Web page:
If you move here you don’t know the City well enough before you move here and don’t understand things like you can get the best and cheapest burrito outside of the mission because there aren’t those kind of hipsters where this place is located. You can get good food cheap if you know where to look [hint alley ways], but you’ll only know that once you’ve moved here and been around the City for about six months.
PBR is not what cheap San Franciscan’s drink. It’s Budweiser. PBR also tells everyone you’re a broke hipster and you’ve just labeled yourself even if you weren’t trying. While there aren’t that many born and raise in SF people left they’re the ones with the money in this city. Face it, until you’ve got 30 years under your belt here you’re going to have a rough time of it.
By all means though, come and visit us. We have a lot to offer. Great parks and museums and as others have noted great food. Affordable housing just isn’t one of those things.
I know I hate using the word Frisco for San Francisco, but I was trying to do a riff on the old Debbie Does Dallas, so I thought I’d give it a go. Anthony Bourdain’s the Layover aired last night and was about San Francisco. He used to hate us and thought we were obnoxiously smug twits. Well, he came by and saw us once and changed his mind. This time I have to say he did San Francisco proud.
While he hit almost every neighborhood of San Francisco, he did leave out the Sunset District, but I’ll let him slide on that one because he did a good job by staying away from the trendy places and focusing on more middle class fare this time. Swan Oyster Depot was probably the most expensive place he ate at, but he also tried one of the Mission District’s bacon wrapped hot dogs that they sell on the streets.
The only touristy thing he did was ride a cable car, but at least in doing that he understood how cool the cable cars are. The funniest was him telling us how cool they are a phony cable car with wheels drove past him in the background.
Bars, Bars, Bars. I think Tony was drunk about four hours after landing. After the hitting the Swan Oyster Depot it was onto the bars and the Tonga Room was a spot where he seriously got his drink on. He hit a bar in the Haight and Li Po’s in Chinatown where I’m surprised he didn’t sample the Uhn Kapay [I have no idea how that’s really spelled, but I have received a bottle for my birthday a few years ago and it’s something only for serious drinkers].
I think the best part of the show was when they interviewed locals who gave very good descriptions of what life in SF is like. Wear layers, expect overlaps in cultural cuisine, etc. I do wish he had made a trip out to the Sunset because we have some excellent places to eat. If he did I only wish that Pacific Sunset was still in business on Judah Street because what would he love more than to meet Klaus Loos who was the Executive Chef at Maxim’s in Paris and one day said, f*ck it I’m out of here to open a small restaurant in SF. He made some awesome food by the way and if you never got to eat there before they closed in the 90’s you really missed out.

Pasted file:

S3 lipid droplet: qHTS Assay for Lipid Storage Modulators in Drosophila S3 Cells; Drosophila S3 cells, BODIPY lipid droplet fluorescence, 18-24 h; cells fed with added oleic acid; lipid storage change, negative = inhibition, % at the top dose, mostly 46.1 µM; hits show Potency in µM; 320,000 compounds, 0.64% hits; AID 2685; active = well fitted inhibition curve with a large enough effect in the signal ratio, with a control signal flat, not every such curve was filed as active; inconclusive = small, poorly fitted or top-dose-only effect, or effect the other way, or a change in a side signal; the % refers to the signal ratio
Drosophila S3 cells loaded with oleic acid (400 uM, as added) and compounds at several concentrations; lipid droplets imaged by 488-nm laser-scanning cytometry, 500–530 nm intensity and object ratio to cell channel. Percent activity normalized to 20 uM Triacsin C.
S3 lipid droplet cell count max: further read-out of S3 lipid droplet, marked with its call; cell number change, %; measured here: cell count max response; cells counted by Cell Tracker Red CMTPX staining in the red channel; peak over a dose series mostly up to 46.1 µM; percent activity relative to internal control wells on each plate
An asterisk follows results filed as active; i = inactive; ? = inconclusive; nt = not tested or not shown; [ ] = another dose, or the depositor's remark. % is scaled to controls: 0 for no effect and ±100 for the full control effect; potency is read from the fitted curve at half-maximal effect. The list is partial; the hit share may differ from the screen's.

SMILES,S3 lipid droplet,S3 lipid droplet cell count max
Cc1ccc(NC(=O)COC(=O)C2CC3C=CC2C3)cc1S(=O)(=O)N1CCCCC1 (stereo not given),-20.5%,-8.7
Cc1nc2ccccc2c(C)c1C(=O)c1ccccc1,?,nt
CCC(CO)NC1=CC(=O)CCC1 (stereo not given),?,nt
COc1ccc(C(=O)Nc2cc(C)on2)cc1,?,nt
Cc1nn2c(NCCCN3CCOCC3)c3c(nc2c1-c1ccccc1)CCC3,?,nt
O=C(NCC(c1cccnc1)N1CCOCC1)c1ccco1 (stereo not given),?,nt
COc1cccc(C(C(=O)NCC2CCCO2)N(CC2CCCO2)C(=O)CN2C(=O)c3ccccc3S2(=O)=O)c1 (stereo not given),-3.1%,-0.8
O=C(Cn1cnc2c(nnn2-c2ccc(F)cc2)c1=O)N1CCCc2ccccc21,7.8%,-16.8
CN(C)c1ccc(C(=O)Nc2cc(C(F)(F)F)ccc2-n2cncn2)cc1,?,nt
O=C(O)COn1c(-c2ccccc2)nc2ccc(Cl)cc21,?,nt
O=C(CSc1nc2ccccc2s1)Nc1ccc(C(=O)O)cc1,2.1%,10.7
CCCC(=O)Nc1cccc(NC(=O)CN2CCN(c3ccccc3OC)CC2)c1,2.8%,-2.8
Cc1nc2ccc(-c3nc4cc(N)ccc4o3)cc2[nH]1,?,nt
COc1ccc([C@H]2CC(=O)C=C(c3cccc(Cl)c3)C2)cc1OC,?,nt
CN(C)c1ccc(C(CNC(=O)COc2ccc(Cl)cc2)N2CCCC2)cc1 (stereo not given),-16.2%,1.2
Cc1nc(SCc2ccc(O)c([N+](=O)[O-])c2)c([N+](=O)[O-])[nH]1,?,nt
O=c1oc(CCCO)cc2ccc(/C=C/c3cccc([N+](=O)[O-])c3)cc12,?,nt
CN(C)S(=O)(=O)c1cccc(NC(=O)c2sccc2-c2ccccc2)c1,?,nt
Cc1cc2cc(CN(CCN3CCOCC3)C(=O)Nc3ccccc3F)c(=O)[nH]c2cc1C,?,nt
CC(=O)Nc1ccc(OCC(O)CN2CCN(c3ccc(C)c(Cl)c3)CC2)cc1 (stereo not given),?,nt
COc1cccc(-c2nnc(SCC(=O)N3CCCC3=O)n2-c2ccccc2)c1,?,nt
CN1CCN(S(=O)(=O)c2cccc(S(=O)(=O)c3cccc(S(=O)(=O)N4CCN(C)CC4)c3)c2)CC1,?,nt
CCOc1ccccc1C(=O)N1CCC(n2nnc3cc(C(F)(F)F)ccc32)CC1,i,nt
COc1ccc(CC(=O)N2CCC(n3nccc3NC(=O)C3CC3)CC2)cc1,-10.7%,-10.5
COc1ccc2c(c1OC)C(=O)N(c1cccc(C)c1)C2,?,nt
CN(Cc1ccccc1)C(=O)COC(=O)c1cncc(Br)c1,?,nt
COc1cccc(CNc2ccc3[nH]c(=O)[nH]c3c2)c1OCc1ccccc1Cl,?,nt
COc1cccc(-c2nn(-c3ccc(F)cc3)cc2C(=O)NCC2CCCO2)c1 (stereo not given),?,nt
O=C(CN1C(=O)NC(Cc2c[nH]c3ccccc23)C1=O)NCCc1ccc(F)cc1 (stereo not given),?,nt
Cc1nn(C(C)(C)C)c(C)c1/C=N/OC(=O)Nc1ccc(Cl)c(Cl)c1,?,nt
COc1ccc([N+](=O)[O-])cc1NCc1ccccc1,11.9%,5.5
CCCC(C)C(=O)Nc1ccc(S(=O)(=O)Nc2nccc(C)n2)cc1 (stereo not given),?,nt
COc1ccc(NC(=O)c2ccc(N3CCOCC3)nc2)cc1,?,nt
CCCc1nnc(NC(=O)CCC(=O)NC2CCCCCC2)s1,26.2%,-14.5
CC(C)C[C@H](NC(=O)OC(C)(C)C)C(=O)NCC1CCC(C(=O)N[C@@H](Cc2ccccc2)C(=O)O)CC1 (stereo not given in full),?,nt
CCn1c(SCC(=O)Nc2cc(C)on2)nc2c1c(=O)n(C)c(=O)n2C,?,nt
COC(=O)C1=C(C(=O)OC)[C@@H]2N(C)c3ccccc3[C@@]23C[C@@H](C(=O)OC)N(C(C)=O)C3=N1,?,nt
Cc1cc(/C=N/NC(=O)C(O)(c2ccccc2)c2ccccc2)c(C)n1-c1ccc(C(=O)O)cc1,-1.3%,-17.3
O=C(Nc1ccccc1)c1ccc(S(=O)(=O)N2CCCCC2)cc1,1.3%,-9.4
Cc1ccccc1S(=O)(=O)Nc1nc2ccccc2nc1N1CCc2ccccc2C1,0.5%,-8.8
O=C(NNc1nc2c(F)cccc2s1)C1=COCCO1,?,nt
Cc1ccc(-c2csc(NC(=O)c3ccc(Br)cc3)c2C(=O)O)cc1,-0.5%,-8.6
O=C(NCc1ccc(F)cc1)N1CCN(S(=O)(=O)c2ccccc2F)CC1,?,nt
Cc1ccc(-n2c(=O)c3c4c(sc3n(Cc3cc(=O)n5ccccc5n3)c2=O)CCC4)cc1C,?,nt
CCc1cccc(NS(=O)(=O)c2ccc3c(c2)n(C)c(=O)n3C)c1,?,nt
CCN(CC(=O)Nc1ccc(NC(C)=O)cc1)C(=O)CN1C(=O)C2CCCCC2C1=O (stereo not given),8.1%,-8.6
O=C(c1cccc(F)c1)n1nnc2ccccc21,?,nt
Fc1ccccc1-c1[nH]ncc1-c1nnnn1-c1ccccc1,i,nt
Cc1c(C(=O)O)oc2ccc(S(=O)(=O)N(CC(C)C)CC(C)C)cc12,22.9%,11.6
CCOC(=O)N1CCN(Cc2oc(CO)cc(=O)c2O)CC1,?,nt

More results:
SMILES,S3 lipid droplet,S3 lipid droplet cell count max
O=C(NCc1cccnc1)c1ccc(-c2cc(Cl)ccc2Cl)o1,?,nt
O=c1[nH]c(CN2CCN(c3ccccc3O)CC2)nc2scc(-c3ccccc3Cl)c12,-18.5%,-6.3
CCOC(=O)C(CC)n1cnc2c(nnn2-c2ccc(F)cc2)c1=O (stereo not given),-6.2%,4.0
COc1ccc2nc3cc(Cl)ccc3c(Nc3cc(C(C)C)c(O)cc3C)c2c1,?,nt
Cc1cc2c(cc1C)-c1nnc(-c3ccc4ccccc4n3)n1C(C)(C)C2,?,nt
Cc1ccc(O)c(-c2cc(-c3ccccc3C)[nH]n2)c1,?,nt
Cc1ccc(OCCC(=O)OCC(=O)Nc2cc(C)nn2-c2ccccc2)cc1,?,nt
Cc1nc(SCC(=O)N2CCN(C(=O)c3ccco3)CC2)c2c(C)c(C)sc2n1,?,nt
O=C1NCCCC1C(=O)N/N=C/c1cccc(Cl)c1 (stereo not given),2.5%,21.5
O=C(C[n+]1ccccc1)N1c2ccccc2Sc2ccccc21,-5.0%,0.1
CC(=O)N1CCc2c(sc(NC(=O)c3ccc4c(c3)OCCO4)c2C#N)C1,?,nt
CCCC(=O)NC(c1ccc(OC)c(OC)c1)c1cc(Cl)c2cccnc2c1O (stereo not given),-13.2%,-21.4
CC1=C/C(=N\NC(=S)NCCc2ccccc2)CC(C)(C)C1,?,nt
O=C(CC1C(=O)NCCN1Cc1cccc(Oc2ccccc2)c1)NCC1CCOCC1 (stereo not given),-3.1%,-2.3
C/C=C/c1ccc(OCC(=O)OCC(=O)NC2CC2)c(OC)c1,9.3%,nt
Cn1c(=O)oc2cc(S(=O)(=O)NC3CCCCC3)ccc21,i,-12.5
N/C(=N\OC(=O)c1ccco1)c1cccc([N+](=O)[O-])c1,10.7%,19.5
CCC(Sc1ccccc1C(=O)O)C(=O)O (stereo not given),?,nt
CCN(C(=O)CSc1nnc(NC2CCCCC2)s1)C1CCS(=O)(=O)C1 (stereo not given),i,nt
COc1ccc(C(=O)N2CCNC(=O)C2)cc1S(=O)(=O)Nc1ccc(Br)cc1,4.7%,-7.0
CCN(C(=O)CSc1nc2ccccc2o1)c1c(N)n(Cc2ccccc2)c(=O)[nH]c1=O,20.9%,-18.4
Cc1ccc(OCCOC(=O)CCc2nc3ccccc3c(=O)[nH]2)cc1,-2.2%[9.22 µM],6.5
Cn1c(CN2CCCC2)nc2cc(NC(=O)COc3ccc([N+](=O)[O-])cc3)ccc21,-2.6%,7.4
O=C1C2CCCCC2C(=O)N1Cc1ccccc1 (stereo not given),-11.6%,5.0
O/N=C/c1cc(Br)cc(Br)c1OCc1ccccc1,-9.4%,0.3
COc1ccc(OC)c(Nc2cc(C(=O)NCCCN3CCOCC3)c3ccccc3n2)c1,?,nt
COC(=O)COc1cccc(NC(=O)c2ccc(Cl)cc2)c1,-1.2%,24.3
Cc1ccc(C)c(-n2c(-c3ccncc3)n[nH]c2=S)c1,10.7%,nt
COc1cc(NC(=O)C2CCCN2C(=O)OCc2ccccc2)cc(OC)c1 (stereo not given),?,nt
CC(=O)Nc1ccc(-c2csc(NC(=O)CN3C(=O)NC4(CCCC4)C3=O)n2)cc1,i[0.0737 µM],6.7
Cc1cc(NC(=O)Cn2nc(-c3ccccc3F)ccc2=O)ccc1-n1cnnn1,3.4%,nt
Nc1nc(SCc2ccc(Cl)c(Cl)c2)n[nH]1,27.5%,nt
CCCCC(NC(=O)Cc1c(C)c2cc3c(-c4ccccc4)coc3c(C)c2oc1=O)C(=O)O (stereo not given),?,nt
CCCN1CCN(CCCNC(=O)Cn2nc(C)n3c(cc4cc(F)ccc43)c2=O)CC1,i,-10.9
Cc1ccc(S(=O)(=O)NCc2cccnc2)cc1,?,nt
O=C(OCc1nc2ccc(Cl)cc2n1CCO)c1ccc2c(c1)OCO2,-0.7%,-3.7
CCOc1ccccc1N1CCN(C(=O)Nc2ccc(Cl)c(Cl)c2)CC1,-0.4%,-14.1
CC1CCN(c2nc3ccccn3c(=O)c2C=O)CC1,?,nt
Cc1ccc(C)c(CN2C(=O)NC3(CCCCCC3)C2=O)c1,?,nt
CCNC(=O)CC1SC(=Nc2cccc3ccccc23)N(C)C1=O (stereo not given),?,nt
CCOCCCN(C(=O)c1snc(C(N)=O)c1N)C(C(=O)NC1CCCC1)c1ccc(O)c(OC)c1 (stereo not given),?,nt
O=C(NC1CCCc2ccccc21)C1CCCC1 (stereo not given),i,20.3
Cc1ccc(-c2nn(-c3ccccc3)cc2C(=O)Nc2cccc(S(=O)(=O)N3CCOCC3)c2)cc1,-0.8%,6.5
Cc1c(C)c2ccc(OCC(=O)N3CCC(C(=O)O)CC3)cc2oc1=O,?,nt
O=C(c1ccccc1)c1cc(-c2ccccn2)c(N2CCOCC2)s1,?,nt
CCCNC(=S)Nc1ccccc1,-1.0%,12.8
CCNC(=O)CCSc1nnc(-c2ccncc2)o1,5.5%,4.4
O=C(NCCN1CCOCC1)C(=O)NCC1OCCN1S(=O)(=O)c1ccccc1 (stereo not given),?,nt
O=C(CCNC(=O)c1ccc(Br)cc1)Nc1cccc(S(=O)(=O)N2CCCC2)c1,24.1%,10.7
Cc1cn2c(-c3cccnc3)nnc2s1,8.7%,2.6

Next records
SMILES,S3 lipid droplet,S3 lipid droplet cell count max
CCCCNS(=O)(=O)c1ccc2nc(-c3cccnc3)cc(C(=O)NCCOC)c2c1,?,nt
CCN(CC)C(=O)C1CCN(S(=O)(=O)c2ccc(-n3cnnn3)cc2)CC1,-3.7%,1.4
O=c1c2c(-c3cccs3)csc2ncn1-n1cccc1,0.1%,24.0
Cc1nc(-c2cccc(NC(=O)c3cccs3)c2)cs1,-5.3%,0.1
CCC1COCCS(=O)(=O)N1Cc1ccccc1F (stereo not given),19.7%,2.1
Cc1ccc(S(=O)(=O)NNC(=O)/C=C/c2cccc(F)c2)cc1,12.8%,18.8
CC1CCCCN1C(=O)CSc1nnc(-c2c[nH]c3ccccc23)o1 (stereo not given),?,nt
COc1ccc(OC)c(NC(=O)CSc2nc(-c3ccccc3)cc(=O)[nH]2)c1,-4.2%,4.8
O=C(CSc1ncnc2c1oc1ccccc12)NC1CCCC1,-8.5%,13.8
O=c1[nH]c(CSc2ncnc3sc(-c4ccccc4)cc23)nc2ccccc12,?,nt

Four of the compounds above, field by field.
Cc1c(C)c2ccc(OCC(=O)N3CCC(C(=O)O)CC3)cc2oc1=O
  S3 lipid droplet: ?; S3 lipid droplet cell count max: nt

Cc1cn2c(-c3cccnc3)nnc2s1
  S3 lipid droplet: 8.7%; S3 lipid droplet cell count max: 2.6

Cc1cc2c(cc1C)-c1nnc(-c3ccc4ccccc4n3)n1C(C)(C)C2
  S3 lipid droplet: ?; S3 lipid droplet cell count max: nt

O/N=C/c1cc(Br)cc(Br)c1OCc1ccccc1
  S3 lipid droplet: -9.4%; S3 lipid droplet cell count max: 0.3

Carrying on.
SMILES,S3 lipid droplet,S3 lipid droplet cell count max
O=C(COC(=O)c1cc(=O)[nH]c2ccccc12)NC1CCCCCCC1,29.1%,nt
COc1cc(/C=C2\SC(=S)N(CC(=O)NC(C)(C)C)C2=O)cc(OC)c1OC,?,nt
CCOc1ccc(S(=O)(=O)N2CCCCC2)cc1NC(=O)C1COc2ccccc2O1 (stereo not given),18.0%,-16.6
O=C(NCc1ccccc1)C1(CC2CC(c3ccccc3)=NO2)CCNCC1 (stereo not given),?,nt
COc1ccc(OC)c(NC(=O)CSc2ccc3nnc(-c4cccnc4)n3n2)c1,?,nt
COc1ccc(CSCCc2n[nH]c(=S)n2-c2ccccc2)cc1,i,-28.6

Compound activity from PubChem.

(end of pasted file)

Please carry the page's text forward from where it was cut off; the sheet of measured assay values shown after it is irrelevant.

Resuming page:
Tony, hats off to you. You did a great job in San Francisco even though you ignored the Sunset District. I hope you survived your hangover and I think you should have gone to Trader Sam’s in the Richmond over the Tonga Room [which technically, the Tonga Room is a tourist attraction].
Well, finally! I get to talk about food again. I’ve been reading quite a bit lately about people labeling San Franciscans who like food with the term which I assume is derogatory, “foodies” or more specific, “San Francisco Foodies”. I say derogatory because the word “smug” usually comes up in most cases.
Yes, we’re smug, we know it all and we could fix the world if you’d just let us, but let’s put that aside for a moment. Let’s look at the word foodie and how it applies to San Francisco. Originally coined in 1981 by Paul Levy and Ann Barr and used as the title of their 1984 book, The Official Foodie Handbook. It described a person who was not a gourmet who had a very sensitive palate that could discern the difference between a 1978 Chateu la fit Rothchild and and 1979 Chateau la fit Rothchild. Anyone who comments on my possible misspelling is not a gourmet, nor smug, but a snob who can’t find anything else to pick apart to discredit me.
Foodies are people who have a love of food that tastes good and are interested in why it tastes good so that they could possibly make it themselves. There was a term prior to this that actually fits San Francisco foodies much better. That term is Gourmand. They don’t necessarily have the refined palate of a gourmet, but they can at least tell the difference between a Cabernet and a Merlot and they love food whether it is a succulent slice of prime rib from the House of Prime Rib to a bronco burrito from El Burrito Express. I would say Gourmand is a much more fitting word than foodie. First off, while being a modern word, foodie is almost 30 years old and well, sounds so 80’s even though I don’t remember anyone using the word here in the 80’s. Gourmand in and of itself is a word that has some class behind it, probably because it’s a smug French word and we being the smug people we are should be able to identify with it more.